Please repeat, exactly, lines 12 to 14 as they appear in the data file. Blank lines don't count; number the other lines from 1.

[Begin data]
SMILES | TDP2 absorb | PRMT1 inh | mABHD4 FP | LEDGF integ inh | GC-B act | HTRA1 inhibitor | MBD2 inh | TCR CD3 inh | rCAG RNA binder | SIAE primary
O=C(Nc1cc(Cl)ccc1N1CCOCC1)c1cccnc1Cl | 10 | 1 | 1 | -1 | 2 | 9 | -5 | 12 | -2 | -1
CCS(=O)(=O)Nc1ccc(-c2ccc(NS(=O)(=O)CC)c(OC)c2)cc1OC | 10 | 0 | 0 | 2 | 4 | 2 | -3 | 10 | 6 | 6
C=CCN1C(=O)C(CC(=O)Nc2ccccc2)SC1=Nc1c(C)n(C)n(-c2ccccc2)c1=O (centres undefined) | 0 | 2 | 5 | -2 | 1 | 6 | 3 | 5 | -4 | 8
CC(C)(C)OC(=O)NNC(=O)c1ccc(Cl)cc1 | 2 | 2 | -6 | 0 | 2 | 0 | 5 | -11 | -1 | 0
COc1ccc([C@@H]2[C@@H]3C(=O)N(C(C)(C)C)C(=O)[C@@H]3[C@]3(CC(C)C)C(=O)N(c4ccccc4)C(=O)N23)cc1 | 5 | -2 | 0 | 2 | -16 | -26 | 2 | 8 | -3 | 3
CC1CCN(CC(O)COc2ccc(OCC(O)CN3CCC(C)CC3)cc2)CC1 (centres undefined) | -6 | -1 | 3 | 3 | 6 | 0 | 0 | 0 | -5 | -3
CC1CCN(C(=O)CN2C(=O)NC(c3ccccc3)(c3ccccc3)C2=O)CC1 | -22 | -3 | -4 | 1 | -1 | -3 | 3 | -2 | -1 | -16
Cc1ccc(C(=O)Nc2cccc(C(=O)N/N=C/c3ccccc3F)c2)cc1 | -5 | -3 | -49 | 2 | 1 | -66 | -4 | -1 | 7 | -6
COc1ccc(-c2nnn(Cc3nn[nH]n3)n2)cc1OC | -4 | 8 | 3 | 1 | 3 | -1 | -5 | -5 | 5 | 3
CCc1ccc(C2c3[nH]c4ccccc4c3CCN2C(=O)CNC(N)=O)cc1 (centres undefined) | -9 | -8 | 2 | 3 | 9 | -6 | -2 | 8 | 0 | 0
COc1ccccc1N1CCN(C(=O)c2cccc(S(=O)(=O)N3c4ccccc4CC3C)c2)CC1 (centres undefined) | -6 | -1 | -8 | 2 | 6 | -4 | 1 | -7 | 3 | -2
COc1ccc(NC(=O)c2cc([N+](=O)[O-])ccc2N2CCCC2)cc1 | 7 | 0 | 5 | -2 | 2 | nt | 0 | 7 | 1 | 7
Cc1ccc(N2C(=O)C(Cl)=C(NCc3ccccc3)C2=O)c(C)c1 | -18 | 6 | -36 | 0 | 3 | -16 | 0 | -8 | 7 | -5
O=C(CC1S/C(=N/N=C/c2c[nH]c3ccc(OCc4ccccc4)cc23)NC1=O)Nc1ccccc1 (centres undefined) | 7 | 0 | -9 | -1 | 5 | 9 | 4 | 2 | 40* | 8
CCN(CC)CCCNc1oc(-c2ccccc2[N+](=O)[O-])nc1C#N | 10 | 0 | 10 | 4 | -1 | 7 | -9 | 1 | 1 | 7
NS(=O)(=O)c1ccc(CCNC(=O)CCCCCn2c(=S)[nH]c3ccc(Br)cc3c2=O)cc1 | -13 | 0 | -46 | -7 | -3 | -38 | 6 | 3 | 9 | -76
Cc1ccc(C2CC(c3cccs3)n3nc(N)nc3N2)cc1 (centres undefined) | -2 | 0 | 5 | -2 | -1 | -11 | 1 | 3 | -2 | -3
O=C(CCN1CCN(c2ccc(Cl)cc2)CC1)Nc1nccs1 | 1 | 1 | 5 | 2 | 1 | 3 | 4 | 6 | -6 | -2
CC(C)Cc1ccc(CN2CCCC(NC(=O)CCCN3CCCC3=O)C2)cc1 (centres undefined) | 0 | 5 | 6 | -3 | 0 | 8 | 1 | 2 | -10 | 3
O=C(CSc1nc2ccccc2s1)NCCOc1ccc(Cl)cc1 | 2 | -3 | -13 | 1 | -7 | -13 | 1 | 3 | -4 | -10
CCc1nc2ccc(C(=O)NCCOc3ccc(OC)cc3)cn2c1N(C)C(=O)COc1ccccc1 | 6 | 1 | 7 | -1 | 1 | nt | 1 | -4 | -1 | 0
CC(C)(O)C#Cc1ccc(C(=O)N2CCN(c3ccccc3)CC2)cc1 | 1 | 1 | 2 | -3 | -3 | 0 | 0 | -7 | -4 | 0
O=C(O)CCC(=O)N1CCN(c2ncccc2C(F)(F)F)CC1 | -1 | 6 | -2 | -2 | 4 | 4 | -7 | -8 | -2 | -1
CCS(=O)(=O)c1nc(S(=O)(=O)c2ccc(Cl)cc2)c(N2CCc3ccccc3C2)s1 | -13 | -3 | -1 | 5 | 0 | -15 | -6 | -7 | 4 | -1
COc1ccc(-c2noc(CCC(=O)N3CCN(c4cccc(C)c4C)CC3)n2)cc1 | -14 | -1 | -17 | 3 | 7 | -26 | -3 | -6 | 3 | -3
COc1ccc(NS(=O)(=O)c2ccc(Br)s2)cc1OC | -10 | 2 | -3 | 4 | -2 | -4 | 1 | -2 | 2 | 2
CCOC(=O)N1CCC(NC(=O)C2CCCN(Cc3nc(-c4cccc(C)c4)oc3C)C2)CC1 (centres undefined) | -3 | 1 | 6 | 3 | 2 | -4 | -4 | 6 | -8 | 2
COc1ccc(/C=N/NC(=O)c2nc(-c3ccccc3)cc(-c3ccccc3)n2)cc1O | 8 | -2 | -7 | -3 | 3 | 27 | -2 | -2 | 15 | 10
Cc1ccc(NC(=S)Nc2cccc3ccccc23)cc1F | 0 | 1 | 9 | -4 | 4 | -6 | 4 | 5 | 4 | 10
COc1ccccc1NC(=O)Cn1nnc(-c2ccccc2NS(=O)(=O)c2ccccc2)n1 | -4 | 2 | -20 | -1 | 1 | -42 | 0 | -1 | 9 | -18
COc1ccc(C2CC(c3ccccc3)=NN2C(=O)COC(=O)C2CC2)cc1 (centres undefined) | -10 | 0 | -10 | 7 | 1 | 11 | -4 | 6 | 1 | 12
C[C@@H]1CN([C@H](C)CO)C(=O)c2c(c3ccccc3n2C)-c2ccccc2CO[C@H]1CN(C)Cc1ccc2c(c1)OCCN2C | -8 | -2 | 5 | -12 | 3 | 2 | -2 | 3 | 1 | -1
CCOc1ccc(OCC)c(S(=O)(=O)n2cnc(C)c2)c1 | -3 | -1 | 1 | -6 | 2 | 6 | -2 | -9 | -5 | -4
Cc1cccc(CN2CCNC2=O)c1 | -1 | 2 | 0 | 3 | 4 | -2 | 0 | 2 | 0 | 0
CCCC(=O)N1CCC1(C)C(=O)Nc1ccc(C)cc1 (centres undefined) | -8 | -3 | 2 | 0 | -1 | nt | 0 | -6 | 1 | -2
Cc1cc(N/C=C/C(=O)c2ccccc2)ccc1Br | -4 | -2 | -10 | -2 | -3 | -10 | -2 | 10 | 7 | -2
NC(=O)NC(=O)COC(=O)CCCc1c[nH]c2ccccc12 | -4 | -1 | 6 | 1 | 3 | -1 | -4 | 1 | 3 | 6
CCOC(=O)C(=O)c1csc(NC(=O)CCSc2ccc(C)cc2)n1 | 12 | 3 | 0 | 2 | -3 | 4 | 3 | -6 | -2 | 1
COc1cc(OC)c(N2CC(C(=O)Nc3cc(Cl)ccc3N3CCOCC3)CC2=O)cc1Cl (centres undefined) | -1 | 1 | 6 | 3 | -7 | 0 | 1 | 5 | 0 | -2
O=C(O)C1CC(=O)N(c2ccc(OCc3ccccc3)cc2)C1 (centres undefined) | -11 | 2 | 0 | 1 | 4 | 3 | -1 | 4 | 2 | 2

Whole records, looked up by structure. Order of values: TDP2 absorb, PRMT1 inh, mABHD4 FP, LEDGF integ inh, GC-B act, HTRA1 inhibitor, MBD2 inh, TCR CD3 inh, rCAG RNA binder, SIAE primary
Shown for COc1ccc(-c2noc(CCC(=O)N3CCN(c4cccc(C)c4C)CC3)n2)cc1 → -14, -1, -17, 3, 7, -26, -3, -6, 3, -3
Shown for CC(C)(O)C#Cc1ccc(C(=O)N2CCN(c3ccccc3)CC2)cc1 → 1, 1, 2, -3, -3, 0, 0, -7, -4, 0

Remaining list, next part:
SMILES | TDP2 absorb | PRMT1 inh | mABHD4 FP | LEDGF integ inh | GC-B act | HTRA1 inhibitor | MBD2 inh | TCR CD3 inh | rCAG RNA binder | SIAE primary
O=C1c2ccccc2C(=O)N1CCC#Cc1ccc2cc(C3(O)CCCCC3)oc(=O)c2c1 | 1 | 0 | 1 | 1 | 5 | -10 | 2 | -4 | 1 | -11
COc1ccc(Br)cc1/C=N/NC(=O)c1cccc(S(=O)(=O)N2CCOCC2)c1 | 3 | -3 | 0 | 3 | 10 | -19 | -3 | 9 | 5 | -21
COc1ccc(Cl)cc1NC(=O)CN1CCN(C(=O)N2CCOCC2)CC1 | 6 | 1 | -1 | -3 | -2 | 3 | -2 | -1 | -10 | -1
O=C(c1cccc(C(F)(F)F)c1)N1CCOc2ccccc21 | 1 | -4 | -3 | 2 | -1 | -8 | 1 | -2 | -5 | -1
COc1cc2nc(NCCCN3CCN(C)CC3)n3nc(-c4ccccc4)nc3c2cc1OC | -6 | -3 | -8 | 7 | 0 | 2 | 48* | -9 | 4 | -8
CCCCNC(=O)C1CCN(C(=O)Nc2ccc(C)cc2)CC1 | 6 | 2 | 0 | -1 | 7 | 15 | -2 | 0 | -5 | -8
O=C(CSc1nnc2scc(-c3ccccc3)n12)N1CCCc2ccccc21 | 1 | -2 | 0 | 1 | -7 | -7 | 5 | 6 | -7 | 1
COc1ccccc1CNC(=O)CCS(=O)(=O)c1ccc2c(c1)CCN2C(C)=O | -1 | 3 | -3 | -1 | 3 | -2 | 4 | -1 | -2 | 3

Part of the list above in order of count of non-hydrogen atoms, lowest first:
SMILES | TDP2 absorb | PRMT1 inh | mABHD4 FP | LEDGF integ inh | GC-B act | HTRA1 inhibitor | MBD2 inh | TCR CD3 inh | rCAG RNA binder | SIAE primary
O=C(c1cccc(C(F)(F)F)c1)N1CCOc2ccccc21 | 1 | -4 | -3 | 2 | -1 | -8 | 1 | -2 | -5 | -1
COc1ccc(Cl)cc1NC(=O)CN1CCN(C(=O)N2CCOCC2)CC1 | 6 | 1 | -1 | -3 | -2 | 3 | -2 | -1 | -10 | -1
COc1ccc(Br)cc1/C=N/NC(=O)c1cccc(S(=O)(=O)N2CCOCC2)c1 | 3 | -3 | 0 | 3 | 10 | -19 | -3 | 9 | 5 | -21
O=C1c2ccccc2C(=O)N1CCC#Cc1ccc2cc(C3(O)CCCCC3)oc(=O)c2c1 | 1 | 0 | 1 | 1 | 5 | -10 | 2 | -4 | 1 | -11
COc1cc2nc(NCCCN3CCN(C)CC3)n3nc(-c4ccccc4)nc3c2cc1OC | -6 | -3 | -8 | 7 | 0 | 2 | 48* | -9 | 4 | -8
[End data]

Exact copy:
COc1ccccc1N1CCN(C(=O)c2cccc(S(=O)(=O)N3c4ccccc4CC3C)c2)CC1 (centres undefined) | -6 | -1 | -8 | 2 | 6 | -4 | 1 | -7 | 3 | -2
COc1ccc(NC(=O)c2cc([N+](=O)[O-])ccc2N2CCCC2)cc1 | 7 | 0 | 5 | -2 | 2 | nt | 0 | 7 | 1 | 7
Cc1ccc(N2C(=O)C(Cl)=C(NCc3ccccc3)C2=O)c(C)c1 | -18 | 6 | -36 | 0 | 3 | -16 | 0 | -8 | 7 | -5